Amanda Gorman Selected as President-Elect Joe Biden’s Inaugural Poet

National Youth Poet Laureate Amanda Gorman reads her work, “An American Lyric,” at the inaugural reading of Poet Laureate Tracy K. Smith, September 13, 2017. Photo by Shawn Miller.

The following post by Peter Armenti, literature specialist for the Digital Reference Section, first appeared on our blog, “From the Catbird Seat: Poetry and Literature at the Library of Congress.”

The Presidential Inaugural Committee for Joe Biden and Kamala Harris has announced that former National Youth Poet Laureate Amanda Gorman will perform her poetry at the 59th Presidential Inaugural Swearing-In Ceremony, set to take place on Wednesday, January 20, on the West Front of the U.S. Capitol. Amanda, who was appointed the first-ever National Youth Poet Laureate in April 2017, will become only the 6th poet to perform at a presidential inauguration, and the first inaugural poet since Richard Blanco, who read his poem “One Today” at Barack Obama’s 2013 inaugural. She is also the youngest ever inaugural poet. Here is a complete list of previous inaugural poets and the poems they performed:

  • Robert Frost, who recited “The Gift Outright” (text) at John F. Kennedy’s 1961 inaugural. Frost recited the poem from memory after he was unable to read the text of the poem he’d written for the inauguration, “Dedication” (text), because of the sun’s glare upon the snow-covered ground.
  • Maya Angelou, who read “On the Pulse of Morning” (text; video) at Bill Clinton’s 1993 inaugural.
  • Miller Williams, who read “Of History and Hope” (text; video) at Bill Clinton’s 1997 inaugural.
  • Elizabeth Alexander, who read “Praise Song for the Day” (text; video) at Barack Obama’s 2009 inaugural.
  • Richard Blanco, who read “One Today” (text; video) at Barack Obama’s 2013 inaugural.

Amanda’s reading will be bookended by a rendition of the National Anthem by Lady Gaga and a musical performance by Jennifer Lopez. It will no doubt reflect and amplify the overarching theme of the presidential inauguration, “America United,” which, according to the Inaugural Committee, “reflects the beginning of a new national journey that restores the soul of America, brings the country together and creates a path to a brighter future.”

Amanda, we’re thrilled to point out, has a direct connection to the “From the Catbird Seat” blog. In her capacity as National Youth Poet Laureate she contributed a monthly guest post from October 2017 to April 2018 for the blog. Her connection to the Library of Congress does not end there—like the previous five inaugural poets, she has performed her work at the Library of Congress. Most notably, she served as the “inaugural poet” for the 22nd U.S. poet laureate, Tracy K. Smith, at Tracy’s 2017 inaugural ceremony. Tracy, who like Amanda is a Harvard alumna, had asked Amanda to read a poem to open the program. Amanda agreed, and wrote and performed a new and powerful poem for the occasion—”In This Place (An American Lyric).” You can view a video of Tracy’s inaugural below, skipping to 01:19 to watch Librarian of Congress Dr. Carla Hayden introduce Amanda. Amanda’s performance of the poem begins at 04:57:

While as of this writing the poetry that Amanda will read at President-Elect Biden’s inaugural is not known, I wouldn’t be surprised to see her perform “In This Place (An American Lyric),” which offers a much-needed message of hope and unity as this moment in American history. (UPDATE: A January 15 Associated Press article notes that Amanda was recommended as inaugural poet by Jill Biden and will perform an original poem for the occasion, titled “The Hill We Climb.” Read more here.)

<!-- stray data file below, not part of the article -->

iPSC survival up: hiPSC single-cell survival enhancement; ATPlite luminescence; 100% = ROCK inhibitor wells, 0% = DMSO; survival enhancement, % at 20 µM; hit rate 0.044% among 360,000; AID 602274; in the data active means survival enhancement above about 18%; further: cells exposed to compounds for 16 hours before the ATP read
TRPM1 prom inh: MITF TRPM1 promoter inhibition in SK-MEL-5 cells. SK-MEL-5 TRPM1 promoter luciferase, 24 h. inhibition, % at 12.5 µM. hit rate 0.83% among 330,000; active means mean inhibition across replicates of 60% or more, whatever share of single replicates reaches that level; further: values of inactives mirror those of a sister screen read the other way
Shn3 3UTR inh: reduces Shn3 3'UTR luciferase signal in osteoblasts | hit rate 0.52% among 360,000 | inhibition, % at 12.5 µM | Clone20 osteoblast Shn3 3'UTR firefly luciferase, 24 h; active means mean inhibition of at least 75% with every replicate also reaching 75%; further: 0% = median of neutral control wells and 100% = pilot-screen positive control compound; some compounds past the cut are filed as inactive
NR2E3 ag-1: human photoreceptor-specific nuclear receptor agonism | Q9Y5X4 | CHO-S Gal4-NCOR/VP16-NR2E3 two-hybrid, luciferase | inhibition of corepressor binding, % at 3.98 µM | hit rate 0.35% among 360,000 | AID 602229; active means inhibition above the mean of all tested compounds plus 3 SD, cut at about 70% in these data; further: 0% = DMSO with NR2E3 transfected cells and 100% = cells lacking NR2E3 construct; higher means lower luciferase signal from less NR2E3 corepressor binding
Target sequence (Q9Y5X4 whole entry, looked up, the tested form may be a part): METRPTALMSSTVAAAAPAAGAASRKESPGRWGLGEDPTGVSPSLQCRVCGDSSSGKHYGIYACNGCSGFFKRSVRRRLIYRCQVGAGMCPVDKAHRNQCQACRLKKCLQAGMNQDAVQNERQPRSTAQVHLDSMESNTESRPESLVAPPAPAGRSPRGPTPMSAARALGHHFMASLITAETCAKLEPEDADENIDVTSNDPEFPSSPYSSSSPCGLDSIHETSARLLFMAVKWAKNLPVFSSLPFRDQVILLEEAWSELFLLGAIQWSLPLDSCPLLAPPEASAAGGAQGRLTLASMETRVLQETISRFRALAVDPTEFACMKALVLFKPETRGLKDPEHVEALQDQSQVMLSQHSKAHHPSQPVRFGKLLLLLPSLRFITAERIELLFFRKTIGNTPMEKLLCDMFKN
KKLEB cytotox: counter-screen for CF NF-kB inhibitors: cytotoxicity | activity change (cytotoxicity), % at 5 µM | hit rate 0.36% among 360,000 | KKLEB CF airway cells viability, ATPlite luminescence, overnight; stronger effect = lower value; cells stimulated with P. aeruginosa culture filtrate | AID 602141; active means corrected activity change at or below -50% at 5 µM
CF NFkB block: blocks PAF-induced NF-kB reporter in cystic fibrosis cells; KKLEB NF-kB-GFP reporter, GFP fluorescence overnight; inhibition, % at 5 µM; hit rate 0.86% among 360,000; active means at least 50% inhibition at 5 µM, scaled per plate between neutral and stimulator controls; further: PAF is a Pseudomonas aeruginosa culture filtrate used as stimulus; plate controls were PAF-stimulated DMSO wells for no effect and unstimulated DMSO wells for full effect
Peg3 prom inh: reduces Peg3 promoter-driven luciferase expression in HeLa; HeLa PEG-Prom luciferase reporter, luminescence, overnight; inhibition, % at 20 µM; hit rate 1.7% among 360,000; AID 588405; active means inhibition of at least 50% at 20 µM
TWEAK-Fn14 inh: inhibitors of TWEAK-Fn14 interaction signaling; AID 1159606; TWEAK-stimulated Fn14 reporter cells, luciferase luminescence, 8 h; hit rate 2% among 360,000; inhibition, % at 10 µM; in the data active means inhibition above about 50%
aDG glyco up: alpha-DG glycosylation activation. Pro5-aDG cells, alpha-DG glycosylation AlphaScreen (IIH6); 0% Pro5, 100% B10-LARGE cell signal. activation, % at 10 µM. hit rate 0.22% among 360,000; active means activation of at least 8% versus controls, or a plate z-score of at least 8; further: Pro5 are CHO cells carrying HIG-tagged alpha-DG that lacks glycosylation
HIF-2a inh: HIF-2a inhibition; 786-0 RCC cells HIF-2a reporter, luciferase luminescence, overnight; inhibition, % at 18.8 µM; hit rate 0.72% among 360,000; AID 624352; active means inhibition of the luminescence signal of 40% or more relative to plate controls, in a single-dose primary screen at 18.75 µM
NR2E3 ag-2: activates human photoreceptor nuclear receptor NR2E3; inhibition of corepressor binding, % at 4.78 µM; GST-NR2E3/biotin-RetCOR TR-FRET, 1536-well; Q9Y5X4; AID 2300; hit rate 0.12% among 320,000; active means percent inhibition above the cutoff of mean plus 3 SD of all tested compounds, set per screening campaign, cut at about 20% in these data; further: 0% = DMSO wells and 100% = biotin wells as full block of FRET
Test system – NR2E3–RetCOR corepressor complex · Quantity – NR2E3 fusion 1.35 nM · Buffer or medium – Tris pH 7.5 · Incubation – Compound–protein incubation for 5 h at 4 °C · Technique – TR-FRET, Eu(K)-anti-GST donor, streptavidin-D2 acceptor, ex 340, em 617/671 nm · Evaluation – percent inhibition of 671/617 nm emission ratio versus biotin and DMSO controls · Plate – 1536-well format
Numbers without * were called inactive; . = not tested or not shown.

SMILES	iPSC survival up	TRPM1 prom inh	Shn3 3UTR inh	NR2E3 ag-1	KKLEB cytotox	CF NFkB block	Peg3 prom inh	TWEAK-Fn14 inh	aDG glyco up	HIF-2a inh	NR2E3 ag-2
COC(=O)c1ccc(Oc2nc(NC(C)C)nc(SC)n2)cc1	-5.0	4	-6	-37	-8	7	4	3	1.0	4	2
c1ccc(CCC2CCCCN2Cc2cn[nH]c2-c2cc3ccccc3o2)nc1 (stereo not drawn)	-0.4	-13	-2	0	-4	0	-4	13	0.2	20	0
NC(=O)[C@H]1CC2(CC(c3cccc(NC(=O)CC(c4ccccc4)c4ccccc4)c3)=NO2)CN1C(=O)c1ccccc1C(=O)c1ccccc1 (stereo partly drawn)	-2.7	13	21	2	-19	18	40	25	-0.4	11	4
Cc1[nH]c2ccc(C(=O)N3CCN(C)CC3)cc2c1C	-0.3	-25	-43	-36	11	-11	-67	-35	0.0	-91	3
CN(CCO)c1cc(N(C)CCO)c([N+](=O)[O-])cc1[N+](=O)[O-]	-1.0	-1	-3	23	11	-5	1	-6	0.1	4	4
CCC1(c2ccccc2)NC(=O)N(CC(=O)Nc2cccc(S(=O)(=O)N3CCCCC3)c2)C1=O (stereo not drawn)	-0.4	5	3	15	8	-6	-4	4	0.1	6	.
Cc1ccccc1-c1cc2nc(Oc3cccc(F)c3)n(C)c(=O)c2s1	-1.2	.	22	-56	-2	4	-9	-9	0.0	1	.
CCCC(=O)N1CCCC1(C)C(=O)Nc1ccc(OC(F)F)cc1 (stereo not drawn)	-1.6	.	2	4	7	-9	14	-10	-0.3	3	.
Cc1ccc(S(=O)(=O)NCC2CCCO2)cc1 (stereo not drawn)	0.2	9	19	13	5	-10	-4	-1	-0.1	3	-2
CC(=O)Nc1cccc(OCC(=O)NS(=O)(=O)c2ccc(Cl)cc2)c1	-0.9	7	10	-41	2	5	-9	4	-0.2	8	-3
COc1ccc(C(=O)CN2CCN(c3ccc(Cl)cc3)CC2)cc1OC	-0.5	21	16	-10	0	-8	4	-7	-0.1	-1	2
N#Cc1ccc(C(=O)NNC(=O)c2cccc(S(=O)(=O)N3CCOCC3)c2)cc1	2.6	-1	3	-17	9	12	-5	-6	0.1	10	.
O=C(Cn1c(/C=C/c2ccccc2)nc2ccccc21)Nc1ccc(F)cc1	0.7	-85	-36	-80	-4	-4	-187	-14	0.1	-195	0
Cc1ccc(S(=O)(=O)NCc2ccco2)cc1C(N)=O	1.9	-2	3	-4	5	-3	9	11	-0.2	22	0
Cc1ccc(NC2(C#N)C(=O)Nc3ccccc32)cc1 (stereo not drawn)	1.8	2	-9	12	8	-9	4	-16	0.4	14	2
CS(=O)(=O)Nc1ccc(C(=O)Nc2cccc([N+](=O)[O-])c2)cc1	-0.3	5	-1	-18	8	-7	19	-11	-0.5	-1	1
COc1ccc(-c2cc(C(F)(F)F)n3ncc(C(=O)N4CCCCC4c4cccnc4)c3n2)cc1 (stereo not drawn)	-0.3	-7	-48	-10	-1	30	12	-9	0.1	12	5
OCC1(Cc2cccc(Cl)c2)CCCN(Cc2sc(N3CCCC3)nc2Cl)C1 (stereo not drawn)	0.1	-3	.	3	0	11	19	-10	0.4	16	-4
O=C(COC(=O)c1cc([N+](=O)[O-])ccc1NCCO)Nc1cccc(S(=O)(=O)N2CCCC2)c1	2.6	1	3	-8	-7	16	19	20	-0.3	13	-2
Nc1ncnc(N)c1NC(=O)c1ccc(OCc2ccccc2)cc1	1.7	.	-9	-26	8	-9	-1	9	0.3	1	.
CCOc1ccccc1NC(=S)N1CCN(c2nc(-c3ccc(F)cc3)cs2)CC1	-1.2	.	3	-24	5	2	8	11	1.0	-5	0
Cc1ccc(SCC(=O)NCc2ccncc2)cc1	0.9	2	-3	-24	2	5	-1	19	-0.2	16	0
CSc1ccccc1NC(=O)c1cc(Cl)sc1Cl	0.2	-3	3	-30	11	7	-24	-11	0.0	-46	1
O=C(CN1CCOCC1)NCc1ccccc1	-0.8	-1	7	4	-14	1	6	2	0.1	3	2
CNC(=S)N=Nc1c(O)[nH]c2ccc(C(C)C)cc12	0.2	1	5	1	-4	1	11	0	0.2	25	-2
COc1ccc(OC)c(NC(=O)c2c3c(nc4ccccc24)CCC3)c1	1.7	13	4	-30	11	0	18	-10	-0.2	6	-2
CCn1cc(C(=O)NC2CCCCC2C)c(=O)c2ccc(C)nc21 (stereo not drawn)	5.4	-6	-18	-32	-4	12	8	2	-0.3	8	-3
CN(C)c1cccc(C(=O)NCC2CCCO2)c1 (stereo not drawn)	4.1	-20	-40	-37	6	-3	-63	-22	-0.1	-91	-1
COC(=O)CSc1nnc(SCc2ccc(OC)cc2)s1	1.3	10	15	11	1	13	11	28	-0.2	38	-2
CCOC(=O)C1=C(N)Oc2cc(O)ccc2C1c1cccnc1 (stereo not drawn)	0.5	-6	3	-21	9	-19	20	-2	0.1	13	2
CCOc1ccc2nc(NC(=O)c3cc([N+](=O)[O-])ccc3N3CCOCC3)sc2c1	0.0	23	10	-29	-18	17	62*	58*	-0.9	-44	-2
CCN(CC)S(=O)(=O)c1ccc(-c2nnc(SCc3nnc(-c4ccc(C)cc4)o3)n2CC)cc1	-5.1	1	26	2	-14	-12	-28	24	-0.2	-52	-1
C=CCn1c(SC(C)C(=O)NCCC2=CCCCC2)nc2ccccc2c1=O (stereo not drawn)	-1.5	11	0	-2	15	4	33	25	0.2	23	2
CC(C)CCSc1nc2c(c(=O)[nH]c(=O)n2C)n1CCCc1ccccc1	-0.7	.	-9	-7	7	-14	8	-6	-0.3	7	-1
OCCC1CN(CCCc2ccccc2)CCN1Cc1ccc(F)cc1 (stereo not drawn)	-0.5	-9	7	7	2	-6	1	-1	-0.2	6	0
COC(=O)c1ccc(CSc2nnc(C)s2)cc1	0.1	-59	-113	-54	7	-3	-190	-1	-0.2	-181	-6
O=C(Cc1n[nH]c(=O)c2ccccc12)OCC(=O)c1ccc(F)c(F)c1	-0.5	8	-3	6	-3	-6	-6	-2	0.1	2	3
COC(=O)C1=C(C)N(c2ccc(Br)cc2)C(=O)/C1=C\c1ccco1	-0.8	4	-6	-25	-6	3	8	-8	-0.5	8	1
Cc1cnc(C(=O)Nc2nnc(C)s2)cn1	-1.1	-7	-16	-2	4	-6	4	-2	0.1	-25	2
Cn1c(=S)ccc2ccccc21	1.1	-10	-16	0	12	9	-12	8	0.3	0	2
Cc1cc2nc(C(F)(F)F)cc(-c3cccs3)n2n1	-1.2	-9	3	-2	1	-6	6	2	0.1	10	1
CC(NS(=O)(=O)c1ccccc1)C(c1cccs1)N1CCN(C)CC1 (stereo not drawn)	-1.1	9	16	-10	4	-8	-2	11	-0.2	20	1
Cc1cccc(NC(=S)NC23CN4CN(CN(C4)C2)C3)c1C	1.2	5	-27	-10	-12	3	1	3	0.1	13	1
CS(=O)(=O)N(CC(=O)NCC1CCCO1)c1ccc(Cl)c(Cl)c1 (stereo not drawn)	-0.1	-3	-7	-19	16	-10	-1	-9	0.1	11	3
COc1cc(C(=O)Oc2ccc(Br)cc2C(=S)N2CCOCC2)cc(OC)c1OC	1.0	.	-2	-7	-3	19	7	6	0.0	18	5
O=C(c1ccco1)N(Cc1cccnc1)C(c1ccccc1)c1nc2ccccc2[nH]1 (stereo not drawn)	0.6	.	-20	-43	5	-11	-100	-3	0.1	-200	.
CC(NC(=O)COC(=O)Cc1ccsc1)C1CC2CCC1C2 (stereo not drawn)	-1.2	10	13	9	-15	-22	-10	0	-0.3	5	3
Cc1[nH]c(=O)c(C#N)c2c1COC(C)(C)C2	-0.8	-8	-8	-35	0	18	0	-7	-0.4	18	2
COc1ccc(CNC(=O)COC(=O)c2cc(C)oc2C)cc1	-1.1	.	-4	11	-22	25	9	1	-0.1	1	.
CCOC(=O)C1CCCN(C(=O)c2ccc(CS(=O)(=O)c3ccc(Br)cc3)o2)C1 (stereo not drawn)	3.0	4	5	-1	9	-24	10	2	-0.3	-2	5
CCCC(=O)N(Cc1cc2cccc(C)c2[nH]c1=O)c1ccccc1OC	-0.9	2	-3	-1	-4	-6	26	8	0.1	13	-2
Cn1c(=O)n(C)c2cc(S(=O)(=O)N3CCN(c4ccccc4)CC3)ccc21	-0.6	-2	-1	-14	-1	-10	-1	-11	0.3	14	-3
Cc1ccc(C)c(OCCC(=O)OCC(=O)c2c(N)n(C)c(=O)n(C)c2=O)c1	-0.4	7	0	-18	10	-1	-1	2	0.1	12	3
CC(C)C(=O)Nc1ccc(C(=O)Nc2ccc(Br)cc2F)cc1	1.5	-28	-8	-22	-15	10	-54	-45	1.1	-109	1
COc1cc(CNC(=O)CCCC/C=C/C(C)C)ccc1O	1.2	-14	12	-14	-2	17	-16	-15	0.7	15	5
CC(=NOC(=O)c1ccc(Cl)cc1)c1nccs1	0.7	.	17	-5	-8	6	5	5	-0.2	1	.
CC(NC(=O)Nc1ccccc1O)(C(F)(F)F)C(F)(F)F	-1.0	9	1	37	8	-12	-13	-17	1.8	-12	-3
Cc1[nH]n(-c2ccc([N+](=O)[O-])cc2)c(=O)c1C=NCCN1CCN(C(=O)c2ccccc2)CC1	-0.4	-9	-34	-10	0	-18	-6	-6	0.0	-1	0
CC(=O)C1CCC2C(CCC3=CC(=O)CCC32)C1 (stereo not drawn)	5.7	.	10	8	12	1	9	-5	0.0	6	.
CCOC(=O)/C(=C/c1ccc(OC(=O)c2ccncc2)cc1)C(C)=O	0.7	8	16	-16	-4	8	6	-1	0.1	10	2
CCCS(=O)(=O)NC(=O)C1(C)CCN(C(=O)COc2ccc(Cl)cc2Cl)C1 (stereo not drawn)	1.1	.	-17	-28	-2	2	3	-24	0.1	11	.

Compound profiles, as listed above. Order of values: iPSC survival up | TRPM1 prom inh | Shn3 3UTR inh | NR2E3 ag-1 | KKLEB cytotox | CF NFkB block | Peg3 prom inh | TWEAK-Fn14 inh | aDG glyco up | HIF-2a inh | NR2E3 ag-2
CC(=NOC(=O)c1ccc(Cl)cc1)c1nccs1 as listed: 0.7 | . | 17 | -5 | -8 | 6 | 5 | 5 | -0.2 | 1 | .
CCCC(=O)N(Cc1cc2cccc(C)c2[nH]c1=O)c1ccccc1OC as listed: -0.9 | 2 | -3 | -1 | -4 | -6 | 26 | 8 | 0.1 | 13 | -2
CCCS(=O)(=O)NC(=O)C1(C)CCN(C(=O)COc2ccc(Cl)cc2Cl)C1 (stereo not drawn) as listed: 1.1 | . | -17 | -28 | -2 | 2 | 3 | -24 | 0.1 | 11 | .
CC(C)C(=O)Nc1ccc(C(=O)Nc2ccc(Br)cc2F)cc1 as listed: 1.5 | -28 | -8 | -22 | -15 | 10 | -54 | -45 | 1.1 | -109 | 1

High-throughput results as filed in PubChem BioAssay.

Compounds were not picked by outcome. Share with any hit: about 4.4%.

Amanda was kind enough to publish “In This Place (An American Lyric)” in her October 11, 2017, blog post recounting her experience as Tracy’s inaugural poet, and I reproduce it below:

In This Place (An American Lyric)

There’s a poem in this place—
in the footfalls in the halls
in the quiet beat of the seats.
It is here, at the curtain of day,
where America writes a lyric
you must whisper to say.

There’s a poem in this place—
in the heavy grace,
the lined face of this noble building,
collections burned and reborn twice.

There’s a poem in Boston’s Copley Square
where protest chants
tear through the air
like sheets of rain,
where love of the many
swallows hatred of the few.

There’s a poem in Charlottesville
where tiki torches string a ring of flame
tight round the wrist of night
where men so white they gleam blue—
seem like statues
where men heap that long wax burning
ever higher
where Heather Heyer
blooms forever in a meadow of resistance.

There’s a poem in the great sleeping giant
of Lake Michigan, defiantly raising
its big blue head to Milwaukee and Chicago—
a poem begun long ago, blazed into frozen soil,
strutting upward and aglow.

There’s a poem in Florida, in East Texas
where streets swell into a nexus
of rivers, cows afloat like mottled buoys in the brown,
where courage is now so common
that 23-year-old Jesus Contreras rescues people from floodwaters.

There’s a poem in Los Angeles
yawning wide as the Pacific tide
where a single mother swelters
in a windowless classroom, teaching
black and brown students in Watts
to spell out their thoughts
so her daughter might write
this poem for you.

There’s a lyric in California
where thousands of students march for blocks,
undocumented and unafraid;
where my friend Rosa finds the power to blossom
in deadlock, her spirit the bedrock of her community.
She knows hope is like a stubborn
ship gripping a dock,
a truth: that you can’t stop a dreamer
or knock down a dream.

How could this not be her city
su nación
our country
our America,
our American lyric to write—
a poem by the people, the poor,
the Protestant, the Muslim, the Jew,
the native, the immigrant,
the black, the brown, the blind, the brave,
the undocumented and undeterred,
the woman, the man, the nonbinary,
the white, the trans,
the ally to all of the above
and more?

Tyrants fear the poet.
Now that we know it
we can’t blow it.
We owe it
to show it
not slow it
although it
hurts to sew it
when the world
skirts below it.

Hope—
we must bestow it
like a wick in the poet
so it can grow, lit,
bringing with it
stories to rewrite—
the story of a Texas city depleted but not defeated
a history written that need not be repeated
a nation composed but not yet completed.